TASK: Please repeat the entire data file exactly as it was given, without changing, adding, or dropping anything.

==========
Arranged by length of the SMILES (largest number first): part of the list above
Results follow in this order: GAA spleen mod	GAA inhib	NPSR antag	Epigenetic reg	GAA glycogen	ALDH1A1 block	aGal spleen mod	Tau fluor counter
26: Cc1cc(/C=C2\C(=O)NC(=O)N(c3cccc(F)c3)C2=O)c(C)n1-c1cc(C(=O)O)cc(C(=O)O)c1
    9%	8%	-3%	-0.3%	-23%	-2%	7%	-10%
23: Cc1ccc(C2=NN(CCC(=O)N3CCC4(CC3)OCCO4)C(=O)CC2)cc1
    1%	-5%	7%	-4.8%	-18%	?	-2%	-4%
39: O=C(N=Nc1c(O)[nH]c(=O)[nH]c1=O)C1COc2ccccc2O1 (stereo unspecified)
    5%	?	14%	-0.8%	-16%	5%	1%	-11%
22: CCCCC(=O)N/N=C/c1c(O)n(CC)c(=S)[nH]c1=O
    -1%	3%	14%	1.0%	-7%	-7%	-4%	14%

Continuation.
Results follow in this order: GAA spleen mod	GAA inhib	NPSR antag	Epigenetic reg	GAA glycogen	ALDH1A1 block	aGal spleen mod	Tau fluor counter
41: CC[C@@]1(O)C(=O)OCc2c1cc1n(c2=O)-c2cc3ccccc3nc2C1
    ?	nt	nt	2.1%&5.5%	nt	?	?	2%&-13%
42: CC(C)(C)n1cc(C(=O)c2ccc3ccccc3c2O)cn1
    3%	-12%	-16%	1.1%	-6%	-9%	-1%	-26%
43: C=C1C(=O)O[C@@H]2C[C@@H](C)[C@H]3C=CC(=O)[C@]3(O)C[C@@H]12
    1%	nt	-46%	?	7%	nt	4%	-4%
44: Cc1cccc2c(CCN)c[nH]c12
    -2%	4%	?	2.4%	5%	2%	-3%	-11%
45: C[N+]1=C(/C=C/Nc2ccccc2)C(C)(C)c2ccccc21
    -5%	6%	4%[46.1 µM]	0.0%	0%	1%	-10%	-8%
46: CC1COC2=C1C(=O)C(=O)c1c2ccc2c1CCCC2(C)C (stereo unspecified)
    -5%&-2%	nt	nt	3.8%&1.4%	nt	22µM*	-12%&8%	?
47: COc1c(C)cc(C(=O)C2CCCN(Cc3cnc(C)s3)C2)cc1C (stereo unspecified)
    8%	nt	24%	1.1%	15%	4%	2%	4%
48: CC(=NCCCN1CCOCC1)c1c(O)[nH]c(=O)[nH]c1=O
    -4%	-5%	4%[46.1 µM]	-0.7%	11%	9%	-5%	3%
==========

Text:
Arranged by length of the SMILES (largest number first): part of the list above
Results follow in this order: GAA spleen mod	GAA inhib	NPSR antag	Epigenetic reg	GAA glycogen	ALDH1A1 block	aGal spleen mod	Tau fluor counter
26: Cc1cc(/C=C2\C(=O)NC(=O)N(c3cccc(F)c3)C2=O)c(C)n1-c1cc(C(=O)O)cc(C(=O)O)c1
    9%	8%	-3%	-0.3%	-23%	-2%	7%	-10%
23: Cc1ccc(C2=NN(CCC(=O)N3CCC4(CC3)OCCO4)C(=O)CC2)cc1
    1%	-5%	7%	-4.8%	-18%	?	-2%	-4%
39: O=C(N=Nc1c(O)[nH]c(=O)[nH]c1=O)C1COc2ccccc2O1 (stereo unspecified)
    5%	?	14%	-0.8%	-16%	5%	1%	-11%
22: CCCCC(=O)N/N=C/c1c(O)n(CC)c(=S)[nH]c1=O
    -1%	3%	14%	1.0%	-7%	-7%	-4%	14%

Continuation.
Results follow in this order: GAA spleen mod	GAA inhib	NPSR antag	Epigenetic reg	GAA glycogen	ALDH1A1 block	aGal spleen mod	Tau fluor counter
41: CC[C@@]1(O)C(=O)OCc2c1cc1n(c2=O)-c2cc3ccccc3nc2C1
    ?	nt	nt	2.1%&5.5%	nt	?	?	2%&-13%
42: CC(C)(C)n1cc(C(=O)c2ccc3ccccc3c2O)cn1
    3%	-12%	-16%	1.1%	-6%	-9%	-1%	-26%
43: C=C1C(=O)O[C@@H]2C[C@@H](C)[C@H]3C=CC(=O)[C@]3(O)C[C@@H]12
    1%	nt	-46%	?	7%	nt	4%	-4%
44: Cc1cccc2c(CCN)c[nH]c12
    -2%	4%	?	2.4%	5%	2%	-3%	-11%
45: C[N+]1=C(/C=C/Nc2ccccc2)C(C)(C)c2ccccc21
    -5%	6%	4%[46.1 µM]	0.0%	0%	1%	-10%	-8%
46: CC1COC2=C1C(=O)C(=O)c1c2ccc2c1CCCC2(C)C (stereo unspecified)
    -5%&-2%	nt	nt	3.8%&1.4%	nt	22µM*	-12%&8%	?
47: COc1c(C)cc(C(=O)C2CCCN(Cc3cnc(C)s3)C2)cc1C (stereo unspecified)
    8%	nt	24%	1.1%	15%	4%	2%	4%
48: CC(=NCCCN1CCOCC1)c1c(O)[nH]c(=O)[nH]c1=O
    -4%	-5%	4%[46.1 µM]	-0.7%	11%	9%	-5%	3%